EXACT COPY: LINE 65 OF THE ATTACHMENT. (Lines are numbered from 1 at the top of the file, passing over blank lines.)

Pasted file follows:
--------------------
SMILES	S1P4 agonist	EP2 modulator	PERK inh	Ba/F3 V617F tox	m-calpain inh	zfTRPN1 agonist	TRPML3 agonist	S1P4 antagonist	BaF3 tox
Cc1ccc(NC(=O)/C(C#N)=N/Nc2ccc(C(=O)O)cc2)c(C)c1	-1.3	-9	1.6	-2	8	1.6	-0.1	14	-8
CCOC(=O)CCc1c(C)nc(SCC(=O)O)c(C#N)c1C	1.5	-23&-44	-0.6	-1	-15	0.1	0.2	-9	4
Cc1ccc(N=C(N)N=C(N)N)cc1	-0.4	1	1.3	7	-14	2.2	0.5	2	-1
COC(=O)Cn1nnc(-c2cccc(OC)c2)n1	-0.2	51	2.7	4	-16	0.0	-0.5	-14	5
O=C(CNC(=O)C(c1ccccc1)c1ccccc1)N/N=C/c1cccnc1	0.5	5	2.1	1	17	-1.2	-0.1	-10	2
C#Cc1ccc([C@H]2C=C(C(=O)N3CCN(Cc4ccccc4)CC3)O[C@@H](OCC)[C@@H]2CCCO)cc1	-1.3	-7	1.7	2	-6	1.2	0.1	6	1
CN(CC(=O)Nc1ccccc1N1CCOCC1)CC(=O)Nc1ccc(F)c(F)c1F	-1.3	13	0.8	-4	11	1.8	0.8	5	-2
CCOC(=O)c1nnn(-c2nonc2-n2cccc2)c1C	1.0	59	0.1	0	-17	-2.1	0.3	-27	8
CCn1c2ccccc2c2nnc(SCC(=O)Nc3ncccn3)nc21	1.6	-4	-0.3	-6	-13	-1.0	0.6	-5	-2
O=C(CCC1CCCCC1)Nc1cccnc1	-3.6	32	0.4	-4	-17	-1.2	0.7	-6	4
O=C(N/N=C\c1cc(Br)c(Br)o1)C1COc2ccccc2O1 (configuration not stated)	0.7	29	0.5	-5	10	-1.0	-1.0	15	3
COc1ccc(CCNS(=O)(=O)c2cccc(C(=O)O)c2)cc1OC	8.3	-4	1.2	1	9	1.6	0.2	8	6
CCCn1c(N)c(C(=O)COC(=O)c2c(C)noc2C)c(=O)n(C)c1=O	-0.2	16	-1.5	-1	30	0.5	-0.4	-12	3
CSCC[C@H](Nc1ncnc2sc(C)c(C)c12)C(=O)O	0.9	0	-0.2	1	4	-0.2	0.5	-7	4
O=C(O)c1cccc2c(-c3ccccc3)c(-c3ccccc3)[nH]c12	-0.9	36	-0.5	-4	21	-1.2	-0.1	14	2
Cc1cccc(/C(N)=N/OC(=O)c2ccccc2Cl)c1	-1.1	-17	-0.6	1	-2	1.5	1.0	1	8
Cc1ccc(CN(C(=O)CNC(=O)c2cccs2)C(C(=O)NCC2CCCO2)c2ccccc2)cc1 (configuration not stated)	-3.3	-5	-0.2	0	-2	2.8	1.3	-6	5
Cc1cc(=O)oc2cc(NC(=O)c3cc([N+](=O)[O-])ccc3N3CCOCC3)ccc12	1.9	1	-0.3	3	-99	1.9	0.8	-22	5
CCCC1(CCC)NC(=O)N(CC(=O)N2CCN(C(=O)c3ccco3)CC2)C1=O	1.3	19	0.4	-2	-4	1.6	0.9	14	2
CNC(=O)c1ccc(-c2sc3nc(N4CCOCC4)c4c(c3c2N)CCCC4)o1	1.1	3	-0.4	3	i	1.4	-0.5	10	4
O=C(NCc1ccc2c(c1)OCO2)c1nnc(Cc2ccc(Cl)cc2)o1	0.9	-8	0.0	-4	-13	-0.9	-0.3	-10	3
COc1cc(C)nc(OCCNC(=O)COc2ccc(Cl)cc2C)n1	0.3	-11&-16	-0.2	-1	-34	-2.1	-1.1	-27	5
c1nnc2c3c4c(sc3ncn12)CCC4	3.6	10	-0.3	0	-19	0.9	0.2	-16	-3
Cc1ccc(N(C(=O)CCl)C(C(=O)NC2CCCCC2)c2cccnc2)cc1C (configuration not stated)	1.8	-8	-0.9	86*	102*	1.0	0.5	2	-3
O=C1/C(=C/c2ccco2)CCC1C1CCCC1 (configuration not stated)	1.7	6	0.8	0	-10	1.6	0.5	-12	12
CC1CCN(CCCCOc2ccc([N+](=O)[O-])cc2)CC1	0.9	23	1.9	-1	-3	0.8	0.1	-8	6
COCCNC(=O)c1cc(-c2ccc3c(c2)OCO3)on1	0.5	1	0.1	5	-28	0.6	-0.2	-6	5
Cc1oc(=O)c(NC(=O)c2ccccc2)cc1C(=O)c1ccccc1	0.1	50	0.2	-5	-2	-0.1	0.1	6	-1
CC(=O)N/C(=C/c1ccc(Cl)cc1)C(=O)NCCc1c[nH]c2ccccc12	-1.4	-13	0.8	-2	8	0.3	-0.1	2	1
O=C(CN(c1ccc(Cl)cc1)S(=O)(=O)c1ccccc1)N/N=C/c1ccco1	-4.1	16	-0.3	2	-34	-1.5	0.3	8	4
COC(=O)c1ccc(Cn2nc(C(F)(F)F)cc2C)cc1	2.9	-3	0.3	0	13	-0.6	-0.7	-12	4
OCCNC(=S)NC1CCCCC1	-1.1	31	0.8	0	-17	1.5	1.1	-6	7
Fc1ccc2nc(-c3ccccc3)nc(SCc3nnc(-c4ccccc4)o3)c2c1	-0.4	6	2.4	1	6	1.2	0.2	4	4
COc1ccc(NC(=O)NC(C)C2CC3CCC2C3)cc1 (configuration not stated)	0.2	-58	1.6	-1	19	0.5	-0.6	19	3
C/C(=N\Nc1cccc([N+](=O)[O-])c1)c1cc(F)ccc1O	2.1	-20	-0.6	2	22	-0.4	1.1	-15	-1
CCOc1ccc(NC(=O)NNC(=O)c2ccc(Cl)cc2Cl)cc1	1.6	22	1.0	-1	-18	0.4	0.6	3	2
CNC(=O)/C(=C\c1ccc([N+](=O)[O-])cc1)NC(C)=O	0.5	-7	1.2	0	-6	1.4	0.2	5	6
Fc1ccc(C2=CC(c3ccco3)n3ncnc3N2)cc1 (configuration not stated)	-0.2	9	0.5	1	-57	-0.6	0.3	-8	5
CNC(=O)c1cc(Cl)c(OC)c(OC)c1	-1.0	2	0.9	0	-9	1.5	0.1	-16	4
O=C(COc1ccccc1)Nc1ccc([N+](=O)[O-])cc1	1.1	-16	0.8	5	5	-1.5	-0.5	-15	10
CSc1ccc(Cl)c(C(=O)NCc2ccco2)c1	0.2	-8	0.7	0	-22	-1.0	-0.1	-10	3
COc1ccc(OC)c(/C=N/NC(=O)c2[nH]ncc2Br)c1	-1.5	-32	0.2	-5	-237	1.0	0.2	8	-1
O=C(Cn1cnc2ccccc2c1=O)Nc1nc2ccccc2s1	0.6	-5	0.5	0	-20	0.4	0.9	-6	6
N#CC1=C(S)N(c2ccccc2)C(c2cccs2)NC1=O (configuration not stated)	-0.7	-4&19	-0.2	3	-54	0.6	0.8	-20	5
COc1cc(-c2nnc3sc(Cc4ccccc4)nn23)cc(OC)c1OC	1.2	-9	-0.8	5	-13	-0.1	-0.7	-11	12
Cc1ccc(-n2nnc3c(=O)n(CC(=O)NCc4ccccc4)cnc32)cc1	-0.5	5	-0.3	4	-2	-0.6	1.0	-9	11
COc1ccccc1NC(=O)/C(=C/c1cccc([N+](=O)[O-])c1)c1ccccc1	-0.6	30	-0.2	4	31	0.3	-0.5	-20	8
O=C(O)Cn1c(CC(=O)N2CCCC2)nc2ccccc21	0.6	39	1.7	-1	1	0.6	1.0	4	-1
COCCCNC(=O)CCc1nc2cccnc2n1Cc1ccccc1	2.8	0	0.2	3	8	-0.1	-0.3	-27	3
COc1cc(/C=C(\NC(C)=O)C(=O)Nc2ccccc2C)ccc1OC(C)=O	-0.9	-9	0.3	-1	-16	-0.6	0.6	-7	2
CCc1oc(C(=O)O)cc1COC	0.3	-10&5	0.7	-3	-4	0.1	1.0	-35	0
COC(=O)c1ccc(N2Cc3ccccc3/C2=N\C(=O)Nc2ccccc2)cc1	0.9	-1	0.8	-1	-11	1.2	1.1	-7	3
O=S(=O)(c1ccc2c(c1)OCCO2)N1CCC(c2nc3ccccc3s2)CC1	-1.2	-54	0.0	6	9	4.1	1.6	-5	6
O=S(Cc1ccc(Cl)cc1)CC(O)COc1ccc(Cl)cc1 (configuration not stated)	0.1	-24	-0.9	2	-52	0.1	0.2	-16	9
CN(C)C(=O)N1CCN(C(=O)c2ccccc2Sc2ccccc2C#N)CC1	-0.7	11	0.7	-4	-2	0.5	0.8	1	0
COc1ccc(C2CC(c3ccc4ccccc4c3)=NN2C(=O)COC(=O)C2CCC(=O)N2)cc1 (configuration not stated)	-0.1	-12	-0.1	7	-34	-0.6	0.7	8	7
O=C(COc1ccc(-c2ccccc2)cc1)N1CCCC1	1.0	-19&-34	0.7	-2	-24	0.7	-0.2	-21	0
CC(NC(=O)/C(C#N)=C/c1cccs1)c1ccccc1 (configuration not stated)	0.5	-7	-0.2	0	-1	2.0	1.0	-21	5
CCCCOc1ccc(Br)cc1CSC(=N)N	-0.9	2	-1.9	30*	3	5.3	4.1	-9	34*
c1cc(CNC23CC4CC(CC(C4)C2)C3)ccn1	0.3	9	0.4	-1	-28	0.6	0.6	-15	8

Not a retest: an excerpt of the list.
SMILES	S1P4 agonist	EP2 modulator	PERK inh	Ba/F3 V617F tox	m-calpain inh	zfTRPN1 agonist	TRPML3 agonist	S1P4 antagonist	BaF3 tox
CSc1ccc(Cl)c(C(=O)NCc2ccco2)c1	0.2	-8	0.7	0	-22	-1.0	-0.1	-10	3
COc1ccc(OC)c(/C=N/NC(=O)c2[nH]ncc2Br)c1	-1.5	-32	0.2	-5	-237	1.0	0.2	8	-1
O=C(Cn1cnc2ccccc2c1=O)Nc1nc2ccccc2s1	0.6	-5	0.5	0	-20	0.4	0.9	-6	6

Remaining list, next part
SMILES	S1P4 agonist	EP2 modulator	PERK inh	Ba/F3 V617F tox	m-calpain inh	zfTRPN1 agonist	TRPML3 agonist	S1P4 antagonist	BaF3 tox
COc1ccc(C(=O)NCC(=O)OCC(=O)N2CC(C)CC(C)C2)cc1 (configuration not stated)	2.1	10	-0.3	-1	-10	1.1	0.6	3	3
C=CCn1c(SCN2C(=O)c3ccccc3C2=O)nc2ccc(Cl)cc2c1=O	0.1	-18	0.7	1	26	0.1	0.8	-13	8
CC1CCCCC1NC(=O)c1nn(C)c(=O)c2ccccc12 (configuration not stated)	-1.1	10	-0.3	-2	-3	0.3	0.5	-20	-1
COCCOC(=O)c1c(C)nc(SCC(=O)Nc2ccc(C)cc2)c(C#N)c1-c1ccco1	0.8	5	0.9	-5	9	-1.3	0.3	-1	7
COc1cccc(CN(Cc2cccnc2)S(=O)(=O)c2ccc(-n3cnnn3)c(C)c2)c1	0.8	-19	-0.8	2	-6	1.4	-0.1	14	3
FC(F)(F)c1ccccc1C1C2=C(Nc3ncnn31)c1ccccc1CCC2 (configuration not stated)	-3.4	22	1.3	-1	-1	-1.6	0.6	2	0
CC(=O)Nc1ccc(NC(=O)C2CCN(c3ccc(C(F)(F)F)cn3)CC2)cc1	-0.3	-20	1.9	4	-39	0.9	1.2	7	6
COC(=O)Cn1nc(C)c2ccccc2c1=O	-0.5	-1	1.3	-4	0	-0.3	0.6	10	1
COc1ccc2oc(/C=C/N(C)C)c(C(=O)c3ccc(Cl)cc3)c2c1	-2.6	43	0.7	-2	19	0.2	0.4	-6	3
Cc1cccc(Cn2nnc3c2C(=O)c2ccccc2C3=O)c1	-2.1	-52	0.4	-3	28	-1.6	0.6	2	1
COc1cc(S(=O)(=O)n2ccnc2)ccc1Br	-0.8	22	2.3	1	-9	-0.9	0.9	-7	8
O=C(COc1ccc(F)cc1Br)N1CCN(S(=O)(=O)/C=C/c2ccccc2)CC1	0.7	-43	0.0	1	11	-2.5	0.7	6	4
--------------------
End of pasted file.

COc1ccc(OC)c(/C=N/NC(=O)c2[nH]ncc2Br)c1	-1.5	-32	0.2	-5	-237	1.0	0.2	8	-1